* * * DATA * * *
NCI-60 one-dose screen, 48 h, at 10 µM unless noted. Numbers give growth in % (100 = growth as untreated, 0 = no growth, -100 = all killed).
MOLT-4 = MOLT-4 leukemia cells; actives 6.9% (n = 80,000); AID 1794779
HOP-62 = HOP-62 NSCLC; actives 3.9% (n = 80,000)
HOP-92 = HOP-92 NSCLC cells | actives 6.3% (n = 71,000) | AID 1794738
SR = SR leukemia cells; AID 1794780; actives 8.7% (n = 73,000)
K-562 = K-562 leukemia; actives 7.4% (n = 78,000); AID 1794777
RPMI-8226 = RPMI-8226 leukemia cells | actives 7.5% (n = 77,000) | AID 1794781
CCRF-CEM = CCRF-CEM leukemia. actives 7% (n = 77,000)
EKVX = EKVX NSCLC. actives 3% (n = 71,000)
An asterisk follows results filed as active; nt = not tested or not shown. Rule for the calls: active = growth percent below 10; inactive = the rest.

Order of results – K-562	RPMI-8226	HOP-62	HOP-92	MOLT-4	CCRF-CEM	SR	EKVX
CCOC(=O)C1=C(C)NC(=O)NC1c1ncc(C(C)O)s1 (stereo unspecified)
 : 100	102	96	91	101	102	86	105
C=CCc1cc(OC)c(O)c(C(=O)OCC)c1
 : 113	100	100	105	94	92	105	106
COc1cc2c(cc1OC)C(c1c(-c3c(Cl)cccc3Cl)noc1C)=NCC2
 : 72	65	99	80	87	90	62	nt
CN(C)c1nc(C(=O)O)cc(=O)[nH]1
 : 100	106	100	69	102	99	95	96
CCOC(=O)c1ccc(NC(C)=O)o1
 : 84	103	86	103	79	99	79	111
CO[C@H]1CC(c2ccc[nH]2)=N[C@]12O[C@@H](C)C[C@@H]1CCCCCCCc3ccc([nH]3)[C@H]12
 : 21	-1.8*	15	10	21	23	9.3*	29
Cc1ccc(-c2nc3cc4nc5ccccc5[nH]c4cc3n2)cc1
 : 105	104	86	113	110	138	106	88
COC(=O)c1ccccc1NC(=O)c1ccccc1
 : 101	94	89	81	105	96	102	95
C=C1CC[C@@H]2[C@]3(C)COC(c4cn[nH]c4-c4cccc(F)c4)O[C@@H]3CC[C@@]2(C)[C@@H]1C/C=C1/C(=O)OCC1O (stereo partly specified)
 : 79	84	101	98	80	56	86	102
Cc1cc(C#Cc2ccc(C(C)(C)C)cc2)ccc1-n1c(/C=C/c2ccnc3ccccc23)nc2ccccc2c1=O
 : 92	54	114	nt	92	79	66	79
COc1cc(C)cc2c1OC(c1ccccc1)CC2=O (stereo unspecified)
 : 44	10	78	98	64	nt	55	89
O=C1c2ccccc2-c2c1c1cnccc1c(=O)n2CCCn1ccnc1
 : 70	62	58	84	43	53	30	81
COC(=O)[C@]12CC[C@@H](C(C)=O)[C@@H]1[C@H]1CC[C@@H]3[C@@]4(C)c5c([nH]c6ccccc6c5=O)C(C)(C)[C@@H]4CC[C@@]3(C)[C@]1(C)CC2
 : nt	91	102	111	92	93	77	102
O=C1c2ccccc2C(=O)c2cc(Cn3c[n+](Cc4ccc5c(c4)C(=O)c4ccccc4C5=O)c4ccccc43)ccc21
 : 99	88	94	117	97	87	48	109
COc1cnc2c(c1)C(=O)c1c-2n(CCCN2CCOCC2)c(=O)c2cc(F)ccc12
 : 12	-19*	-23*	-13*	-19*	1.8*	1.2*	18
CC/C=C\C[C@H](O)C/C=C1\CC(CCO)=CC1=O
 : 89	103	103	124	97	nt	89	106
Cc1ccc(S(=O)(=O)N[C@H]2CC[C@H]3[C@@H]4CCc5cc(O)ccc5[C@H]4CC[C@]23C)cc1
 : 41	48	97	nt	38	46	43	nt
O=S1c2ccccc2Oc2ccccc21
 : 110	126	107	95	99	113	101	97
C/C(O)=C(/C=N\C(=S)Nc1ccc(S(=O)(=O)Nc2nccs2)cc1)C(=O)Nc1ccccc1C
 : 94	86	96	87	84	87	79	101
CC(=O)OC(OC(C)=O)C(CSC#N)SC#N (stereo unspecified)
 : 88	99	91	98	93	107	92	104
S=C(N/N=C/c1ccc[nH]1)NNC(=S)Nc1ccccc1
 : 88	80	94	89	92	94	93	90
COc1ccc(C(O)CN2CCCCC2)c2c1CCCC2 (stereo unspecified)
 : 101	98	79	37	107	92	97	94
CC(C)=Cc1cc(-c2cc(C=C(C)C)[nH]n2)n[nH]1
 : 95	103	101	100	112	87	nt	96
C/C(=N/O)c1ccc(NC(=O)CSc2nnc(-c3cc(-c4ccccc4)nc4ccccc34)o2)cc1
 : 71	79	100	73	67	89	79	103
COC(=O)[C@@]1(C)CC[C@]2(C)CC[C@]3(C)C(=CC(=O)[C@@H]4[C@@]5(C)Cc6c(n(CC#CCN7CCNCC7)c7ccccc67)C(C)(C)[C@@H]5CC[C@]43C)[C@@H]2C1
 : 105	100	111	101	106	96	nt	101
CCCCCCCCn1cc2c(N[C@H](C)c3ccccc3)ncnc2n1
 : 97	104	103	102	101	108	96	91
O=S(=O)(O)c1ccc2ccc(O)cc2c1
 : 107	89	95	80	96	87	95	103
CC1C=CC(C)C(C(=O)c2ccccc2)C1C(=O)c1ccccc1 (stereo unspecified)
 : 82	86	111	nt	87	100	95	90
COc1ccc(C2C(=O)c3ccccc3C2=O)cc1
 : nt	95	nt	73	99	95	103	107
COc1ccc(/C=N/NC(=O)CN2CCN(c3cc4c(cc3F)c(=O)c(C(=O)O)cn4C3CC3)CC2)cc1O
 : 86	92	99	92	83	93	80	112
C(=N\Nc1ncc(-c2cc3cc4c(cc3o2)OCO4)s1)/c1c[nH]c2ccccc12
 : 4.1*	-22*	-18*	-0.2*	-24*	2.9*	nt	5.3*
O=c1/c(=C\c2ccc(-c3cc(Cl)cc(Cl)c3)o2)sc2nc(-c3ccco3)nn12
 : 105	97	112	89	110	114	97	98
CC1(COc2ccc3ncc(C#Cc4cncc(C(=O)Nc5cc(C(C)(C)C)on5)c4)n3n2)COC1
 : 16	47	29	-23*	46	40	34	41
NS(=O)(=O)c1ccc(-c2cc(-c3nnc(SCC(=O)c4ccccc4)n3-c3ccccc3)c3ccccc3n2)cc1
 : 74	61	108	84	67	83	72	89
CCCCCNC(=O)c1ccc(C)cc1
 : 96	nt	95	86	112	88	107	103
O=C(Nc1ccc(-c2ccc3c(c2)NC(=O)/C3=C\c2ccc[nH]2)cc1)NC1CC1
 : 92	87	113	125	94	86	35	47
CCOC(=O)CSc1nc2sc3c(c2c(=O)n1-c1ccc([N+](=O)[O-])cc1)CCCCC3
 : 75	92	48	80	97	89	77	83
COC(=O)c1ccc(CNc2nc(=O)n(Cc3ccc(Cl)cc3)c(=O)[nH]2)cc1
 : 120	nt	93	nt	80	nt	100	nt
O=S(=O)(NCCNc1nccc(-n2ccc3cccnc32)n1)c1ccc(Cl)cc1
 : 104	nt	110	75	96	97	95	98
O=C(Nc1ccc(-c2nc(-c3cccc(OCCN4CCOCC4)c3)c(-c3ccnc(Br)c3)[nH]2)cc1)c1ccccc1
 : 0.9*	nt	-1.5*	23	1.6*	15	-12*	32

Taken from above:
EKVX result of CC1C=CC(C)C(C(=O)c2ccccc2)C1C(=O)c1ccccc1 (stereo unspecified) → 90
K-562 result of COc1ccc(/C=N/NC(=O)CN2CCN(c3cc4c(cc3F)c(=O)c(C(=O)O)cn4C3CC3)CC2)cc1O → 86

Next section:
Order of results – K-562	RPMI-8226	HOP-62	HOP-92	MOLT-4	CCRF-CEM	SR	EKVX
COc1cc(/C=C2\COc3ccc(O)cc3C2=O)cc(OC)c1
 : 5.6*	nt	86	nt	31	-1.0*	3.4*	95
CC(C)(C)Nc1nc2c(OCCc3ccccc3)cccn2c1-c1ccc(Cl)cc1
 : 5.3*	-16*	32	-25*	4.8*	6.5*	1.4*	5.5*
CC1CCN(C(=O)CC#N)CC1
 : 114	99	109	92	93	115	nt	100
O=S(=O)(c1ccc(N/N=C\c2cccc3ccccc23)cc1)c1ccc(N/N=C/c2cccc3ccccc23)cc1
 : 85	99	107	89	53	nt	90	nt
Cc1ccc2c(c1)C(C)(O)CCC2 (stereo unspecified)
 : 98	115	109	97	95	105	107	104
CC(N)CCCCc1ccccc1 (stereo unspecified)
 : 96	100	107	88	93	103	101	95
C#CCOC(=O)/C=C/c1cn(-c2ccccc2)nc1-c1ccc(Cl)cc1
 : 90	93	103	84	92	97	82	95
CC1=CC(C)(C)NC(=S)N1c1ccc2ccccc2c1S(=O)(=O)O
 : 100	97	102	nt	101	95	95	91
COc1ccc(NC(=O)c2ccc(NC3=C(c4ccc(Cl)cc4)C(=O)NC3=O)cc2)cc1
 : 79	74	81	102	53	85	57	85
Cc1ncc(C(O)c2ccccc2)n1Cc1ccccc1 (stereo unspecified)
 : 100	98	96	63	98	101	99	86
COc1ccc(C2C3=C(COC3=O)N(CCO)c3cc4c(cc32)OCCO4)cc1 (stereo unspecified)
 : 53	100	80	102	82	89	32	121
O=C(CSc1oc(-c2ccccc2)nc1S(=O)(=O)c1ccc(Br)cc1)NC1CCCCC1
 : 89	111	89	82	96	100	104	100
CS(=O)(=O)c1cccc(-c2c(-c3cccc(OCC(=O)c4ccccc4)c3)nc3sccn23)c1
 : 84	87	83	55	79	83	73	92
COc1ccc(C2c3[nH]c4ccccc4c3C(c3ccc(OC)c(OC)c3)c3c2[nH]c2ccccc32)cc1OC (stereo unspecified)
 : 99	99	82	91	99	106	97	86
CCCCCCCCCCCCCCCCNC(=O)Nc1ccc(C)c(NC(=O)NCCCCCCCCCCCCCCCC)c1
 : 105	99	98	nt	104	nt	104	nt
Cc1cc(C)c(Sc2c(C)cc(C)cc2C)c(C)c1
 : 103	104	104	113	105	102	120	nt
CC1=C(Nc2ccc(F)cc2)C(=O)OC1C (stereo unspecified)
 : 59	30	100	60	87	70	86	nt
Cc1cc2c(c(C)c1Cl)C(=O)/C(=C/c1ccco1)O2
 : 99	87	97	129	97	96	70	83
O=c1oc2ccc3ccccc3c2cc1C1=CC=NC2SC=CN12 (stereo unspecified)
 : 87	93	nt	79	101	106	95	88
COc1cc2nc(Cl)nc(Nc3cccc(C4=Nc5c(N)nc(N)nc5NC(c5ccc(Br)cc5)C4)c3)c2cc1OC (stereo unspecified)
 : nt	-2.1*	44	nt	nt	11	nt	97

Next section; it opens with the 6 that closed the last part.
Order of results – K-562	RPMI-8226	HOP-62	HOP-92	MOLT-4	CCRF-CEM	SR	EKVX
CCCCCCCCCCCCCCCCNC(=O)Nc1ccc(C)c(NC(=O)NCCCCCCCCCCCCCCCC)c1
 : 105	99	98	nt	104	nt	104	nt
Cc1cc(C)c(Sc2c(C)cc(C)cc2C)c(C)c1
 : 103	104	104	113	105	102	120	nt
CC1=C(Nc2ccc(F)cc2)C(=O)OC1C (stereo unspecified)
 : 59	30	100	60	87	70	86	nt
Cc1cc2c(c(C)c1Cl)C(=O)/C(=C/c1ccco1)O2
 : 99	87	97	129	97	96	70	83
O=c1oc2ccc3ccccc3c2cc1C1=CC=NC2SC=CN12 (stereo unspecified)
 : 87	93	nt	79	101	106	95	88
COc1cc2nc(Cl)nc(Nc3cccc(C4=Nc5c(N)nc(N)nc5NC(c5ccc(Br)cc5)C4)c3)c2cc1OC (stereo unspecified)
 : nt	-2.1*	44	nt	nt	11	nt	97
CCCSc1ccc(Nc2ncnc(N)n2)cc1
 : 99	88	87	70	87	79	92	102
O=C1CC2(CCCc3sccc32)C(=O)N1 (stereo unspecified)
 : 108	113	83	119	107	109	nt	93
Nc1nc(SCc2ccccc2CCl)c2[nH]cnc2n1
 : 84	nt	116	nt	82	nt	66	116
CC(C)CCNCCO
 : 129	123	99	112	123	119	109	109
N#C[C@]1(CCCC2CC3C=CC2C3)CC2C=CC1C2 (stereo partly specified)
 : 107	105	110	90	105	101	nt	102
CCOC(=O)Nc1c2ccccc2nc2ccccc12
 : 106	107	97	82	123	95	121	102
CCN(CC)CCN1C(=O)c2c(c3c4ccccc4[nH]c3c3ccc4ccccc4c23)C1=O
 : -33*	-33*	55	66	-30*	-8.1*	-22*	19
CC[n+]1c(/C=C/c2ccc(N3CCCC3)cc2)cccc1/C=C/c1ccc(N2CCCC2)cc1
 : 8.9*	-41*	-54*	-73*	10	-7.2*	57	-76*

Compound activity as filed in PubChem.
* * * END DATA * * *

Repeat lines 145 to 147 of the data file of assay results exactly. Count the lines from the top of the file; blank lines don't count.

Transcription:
Cc1cc2c(c(C)c1Cl)C(=O)/C(=C/c1ccco1)O2
 : 99	87	97	129	97	96	70	83
O=c1oc2ccc3ccccc3c2cc1C1=CC=NC2SC=CN12 (stereo unspecified)